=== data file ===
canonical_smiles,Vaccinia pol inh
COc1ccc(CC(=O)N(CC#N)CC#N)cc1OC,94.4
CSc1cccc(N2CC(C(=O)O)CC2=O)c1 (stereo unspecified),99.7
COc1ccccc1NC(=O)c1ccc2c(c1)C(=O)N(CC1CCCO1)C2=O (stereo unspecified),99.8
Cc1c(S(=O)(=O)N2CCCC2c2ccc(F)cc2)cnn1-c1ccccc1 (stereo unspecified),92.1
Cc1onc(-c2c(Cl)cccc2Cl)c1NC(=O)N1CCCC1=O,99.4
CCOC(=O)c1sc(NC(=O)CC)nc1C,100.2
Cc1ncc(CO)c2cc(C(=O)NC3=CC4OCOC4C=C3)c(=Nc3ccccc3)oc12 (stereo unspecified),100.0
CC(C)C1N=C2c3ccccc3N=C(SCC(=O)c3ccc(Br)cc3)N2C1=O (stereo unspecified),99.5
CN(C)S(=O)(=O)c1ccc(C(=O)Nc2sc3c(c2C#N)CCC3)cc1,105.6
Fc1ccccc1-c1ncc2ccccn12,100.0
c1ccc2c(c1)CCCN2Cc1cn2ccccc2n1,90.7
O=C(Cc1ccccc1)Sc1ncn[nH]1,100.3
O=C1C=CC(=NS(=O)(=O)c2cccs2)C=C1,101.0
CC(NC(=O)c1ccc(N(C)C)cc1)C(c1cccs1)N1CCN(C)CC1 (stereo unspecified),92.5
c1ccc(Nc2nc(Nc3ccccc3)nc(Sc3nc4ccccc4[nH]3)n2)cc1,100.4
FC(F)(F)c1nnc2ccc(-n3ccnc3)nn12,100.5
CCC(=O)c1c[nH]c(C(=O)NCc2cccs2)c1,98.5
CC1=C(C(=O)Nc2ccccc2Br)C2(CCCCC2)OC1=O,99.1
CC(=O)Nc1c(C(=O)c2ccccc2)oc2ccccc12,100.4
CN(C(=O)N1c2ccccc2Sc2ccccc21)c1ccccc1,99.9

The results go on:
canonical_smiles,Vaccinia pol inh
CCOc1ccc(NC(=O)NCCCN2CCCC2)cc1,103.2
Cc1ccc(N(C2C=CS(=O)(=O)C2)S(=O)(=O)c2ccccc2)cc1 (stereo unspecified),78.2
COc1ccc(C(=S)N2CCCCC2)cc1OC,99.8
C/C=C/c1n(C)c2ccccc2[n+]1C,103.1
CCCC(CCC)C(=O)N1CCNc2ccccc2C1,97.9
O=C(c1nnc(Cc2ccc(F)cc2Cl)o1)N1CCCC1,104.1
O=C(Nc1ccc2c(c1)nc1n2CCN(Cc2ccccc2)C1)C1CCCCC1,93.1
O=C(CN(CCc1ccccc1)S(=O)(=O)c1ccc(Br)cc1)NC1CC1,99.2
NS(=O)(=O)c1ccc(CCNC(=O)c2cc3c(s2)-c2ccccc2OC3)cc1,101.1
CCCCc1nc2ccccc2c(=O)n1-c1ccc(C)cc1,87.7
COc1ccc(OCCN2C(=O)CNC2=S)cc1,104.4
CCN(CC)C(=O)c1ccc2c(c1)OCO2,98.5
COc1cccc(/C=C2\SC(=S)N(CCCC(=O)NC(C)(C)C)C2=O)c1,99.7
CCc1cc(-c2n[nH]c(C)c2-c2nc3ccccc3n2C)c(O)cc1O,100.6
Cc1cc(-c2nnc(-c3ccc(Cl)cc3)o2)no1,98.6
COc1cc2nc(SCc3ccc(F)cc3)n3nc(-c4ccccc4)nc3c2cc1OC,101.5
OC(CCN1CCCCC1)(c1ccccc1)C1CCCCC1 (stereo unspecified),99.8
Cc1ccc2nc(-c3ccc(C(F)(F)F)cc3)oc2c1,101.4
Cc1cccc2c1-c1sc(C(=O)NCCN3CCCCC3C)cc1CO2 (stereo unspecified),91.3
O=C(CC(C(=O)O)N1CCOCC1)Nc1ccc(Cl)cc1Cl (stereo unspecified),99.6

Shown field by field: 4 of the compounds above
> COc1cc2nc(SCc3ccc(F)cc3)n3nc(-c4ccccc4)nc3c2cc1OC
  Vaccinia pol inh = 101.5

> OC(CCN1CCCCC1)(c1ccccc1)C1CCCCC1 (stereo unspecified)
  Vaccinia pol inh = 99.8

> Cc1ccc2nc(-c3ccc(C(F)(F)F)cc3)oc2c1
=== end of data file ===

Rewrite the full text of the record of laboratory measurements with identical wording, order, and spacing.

canonical_smiles,Vaccinia pol inh
COc1ccc(CC(=O)N(CC#N)CC#N)cc1OC,94.4
CSc1cccc(N2CC(C(=O)O)CC2=O)c1 (stereo unspecified),99.7
COc1ccccc1NC(=O)c1ccc2c(c1)C(=O)N(CC1CCCO1)C2=O (stereo unspecified),99.8
Cc1c(S(=O)(=O)N2CCCC2c2ccc(F)cc2)cnn1-c1ccccc1 (stereo unspecified),92.1
Cc1onc(-c2c(Cl)cccc2Cl)c1NC(=O)N1CCCC1=O,99.4
CCOC(=O)c1sc(NC(=O)CC)nc1C,100.2
Cc1ncc(CO)c2cc(C(=O)NC3=CC4OCOC4C=C3)c(=Nc3ccccc3)oc12 (stereo unspecified),100.0
CC(C)C1N=C2c3ccccc3N=C(SCC(=O)c3ccc(Br)cc3)N2C1=O (stereo unspecified),99.5
CN(C)S(=O)(=O)c1ccc(C(=O)Nc2sc3c(c2C#N)CCC3)cc1,105.6
Fc1ccccc1-c1ncc2ccccn12,100.0
c1ccc2c(c1)CCCN2Cc1cn2ccccc2n1,90.7
O=C(Cc1ccccc1)Sc1ncn[nH]1,100.3
O=C1C=CC(=NS(=O)(=O)c2cccs2)C=C1,101.0
CC(NC(=O)c1ccc(N(C)C)cc1)C(c1cccs1)N1CCN(C)CC1 (stereo unspecified),92.5
c1ccc(Nc2nc(Nc3ccccc3)nc(Sc3nc4ccccc4[nH]3)n2)cc1,100.4
FC(F)(F)c1nnc2ccc(-n3ccnc3)nn12,100.5
CCC(=O)c1c[nH]c(C(=O)NCc2cccs2)c1,98.5
CC1=C(C(=O)Nc2ccccc2Br)C2(CCCCC2)OC1=O,99.1
CC(=O)Nc1c(C(=O)c2ccccc2)oc2ccccc12,100.4
CN(C(=O)N1c2ccccc2Sc2ccccc21)c1ccccc1,99.9

The results go on:
canonical_smiles,Vaccinia pol inh
CCOc1ccc(NC(=O)NCCCN2CCCC2)cc1,103.2
Cc1ccc(N(C2C=CS(=O)(=O)C2)S(=O)(=O)c2ccccc2)cc1 (stereo unspecified),78.2
COc1ccc(C(=S)N2CCCCC2)cc1OC,99.8
C/C=C/c1n(C)c2ccccc2[n+]1C,103.1
CCCC(CCC)C(=O)N1CCNc2ccccc2C1,97.9
O=C(c1nnc(Cc2ccc(F)cc2Cl)o1)N1CCCC1,104.1
O=C(Nc1ccc2c(c1)nc1n2CCN(Cc2ccccc2)C1)C1CCCCC1,93.1
O=C(CN(CCc1ccccc1)S(=O)(=O)c1ccc(Br)cc1)NC1CC1,99.2
NS(=O)(=O)c1ccc(CCNC(=O)c2cc3c(s2)-c2ccccc2OC3)cc1,101.1
CCCCc1nc2ccccc2c(=O)n1-c1ccc(C)cc1,87.7
COc1ccc(OCCN2C(=O)CNC2=S)cc1,104.4
CCN(CC)C(=O)c1ccc2c(c1)OCO2,98.5
COc1cccc(/C=C2\SC(=S)N(CCCC(=O)NC(C)(C)C)C2=O)c1,99.7
CCc1cc(-c2n[nH]c(C)c2-c2nc3ccccc3n2C)c(O)cc1O,100.6
Cc1cc(-c2nnc(-c3ccc(Cl)cc3)o2)no1,98.6
COc1cc2nc(SCc3ccc(F)cc3)n3nc(-c4ccccc4)nc3c2cc1OC,101.5
OC(CCN1CCCCC1)(c1ccccc1)C1CCCCC1 (stereo unspecified),99.8
Cc1ccc2nc(-c3ccc(C(F)(F)F)cc3)oc2c1,101.4
Cc1cccc2c1-c1sc(C(=O)NCCN3CCCCC3C)cc1CO2 (stereo unspecified),91.3
O=C(CC(C(=O)O)N1CCOCC1)Nc1ccc(Cl)cc1Cl (stereo unspecified),99.6

Shown field by field: 4 of the compounds above
> COc1cc2nc(SCc3ccc(F)cc3)n3nc(-c4ccccc4)nc3c2cc1OC
  Vaccinia pol inh = 101.5

> OC(CCN1CCCCC1)(c1ccccc1)C1CCCCC1 (stereo unspecified)
  Vaccinia pol inh = 99.8

> Cc1ccc2nc(-c3ccc(C(F)(F)F)cc3)oc2c1